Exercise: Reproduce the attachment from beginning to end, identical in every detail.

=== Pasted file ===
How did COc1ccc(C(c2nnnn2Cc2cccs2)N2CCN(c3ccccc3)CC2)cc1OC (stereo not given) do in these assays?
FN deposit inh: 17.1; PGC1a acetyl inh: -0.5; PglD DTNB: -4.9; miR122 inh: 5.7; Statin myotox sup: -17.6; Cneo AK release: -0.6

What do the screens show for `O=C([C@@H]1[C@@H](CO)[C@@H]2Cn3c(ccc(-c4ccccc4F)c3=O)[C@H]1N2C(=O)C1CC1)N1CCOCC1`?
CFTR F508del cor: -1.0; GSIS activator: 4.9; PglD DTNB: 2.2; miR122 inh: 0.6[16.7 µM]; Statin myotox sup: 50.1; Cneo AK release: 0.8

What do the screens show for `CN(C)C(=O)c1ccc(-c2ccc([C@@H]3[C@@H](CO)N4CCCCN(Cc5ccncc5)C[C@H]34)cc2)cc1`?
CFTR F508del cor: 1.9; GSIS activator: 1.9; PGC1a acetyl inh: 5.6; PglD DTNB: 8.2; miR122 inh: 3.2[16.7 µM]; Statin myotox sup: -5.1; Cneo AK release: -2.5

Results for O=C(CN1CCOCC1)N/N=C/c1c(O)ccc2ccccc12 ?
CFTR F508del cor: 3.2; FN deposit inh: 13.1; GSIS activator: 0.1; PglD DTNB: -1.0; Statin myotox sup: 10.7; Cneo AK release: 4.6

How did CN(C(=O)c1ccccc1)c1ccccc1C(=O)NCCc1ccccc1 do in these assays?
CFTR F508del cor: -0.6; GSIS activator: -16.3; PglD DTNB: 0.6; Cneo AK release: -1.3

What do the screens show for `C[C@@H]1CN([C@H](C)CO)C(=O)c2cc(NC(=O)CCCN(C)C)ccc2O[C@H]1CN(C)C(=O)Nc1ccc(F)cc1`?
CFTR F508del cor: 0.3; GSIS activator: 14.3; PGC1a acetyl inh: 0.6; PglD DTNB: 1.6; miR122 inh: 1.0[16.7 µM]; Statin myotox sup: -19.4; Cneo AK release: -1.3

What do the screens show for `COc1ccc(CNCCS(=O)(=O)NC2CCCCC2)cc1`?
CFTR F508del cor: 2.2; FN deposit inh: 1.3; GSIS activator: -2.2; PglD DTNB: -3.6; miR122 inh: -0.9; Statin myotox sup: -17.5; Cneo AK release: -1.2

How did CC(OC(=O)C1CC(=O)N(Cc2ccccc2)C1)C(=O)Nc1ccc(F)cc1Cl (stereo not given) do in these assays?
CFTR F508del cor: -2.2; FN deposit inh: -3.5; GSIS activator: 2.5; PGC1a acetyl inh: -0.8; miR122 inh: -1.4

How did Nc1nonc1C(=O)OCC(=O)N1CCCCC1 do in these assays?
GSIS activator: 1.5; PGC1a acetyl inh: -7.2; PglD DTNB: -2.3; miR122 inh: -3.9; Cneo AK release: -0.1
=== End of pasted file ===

How did COc1ccc(C(c2nnnn2Cc2cccs2)N2CCN(c3ccccc3)CC2)cc1OC (stereo not given) do in these assays?
FN deposit inh: 17.1; PGC1a acetyl inh: -0.5; PglD DTNB: -4.9; miR122 inh: 5.7; Statin myotox sup: -17.6; Cneo AK release: -0.6

What do the screens show for `O=C([C@@H]1[C@@H](CO)[C@@H]2Cn3c(ccc(-c4ccccc4F)c3=O)[C@H]1N2C(=O)C1CC1)N1CCOCC1`?
CFTR F508del cor: -1.0; GSIS activator: 4.9; PglD DTNB: 2.2; miR122 inh: 0.6[16.7 µM]; Statin myotox sup: 50.1; Cneo AK release: 0.8

What do the screens show for `CN(C)C(=O)c1ccc(-c2ccc([C@@H]3[C@@H](CO)N4CCCCN(Cc5ccncc5)C[C@H]34)cc2)cc1`?
CFTR F508del cor: 1.9; GSIS activator: 1.9; PGC1a acetyl inh: 5.6; PglD DTNB: 8.2; miR122 inh: 3.2[16.7 µM]; Statin myotox sup: -5.1; Cneo AK release: -2.5

Results for O=C(CN1CCOCC1)N/N=C/c1c(O)ccc2ccccc12 ?
CFTR F508del cor: 3.2; FN deposit inh: 13.1; GSIS activator: 0.1; PglD DTNB: -1.0; Statin myotox sup: 10.7; Cneo AK release: 4.6

How did CN(C(=O)c1ccccc1)c1ccccc1C(=O)NCCc1ccccc1 do in these assays?
CFTR F508del cor: -0.6; GSIS activator: -16.3; PglD DTNB: 0.6; Cneo AK release: -1.3

What do the screens show for `C[C@@H]1CN([C@H](C)CO)C(=O)c2cc(NC(=O)CCCN(C)C)ccc2O[C@H]1CN(C)C(=O)Nc1ccc(F)cc1`?
CFTR F508del cor: 0.3; GSIS activator: 14.3; PGC1a acetyl inh: 0.6; PglD DTNB: 1.6; miR122 inh: 1.0[16.7 µM]; Statin myotox sup: -19.4; Cneo AK release: -1.3

What do the screens show for `COc1ccc(CNCCS(=O)(=O)NC2CCCCC2)cc1`?
CFTR F508del cor: 2.2; FN deposit inh: 1.3; GSIS activator: -2.2; PglD DTNB: -3.6; miR122 inh: -0.9; Statin myotox sup: -17.5; Cneo AK release: -1.2

How did CC(OC(=O)C1CC(=O)N(Cc2ccccc2)C1)C(=O)Nc1ccc(F)cc1Cl (stereo not given) do in these assays?
CFTR F508del cor: -2.2; FN deposit inh: -3.5; GSIS activator: 2.5; PGC1a acetyl inh: -0.8; miR122 inh: -1.4

How did Nc1nonc1C(=O)OCC(=O)N1CCCCC1 do in these assays?
GSIS activator: 1.5; PGC1a acetyl inh: -7.2; PglD DTNB: -2.3; miR122 inh: -3.9; Cneo AK release: -0.1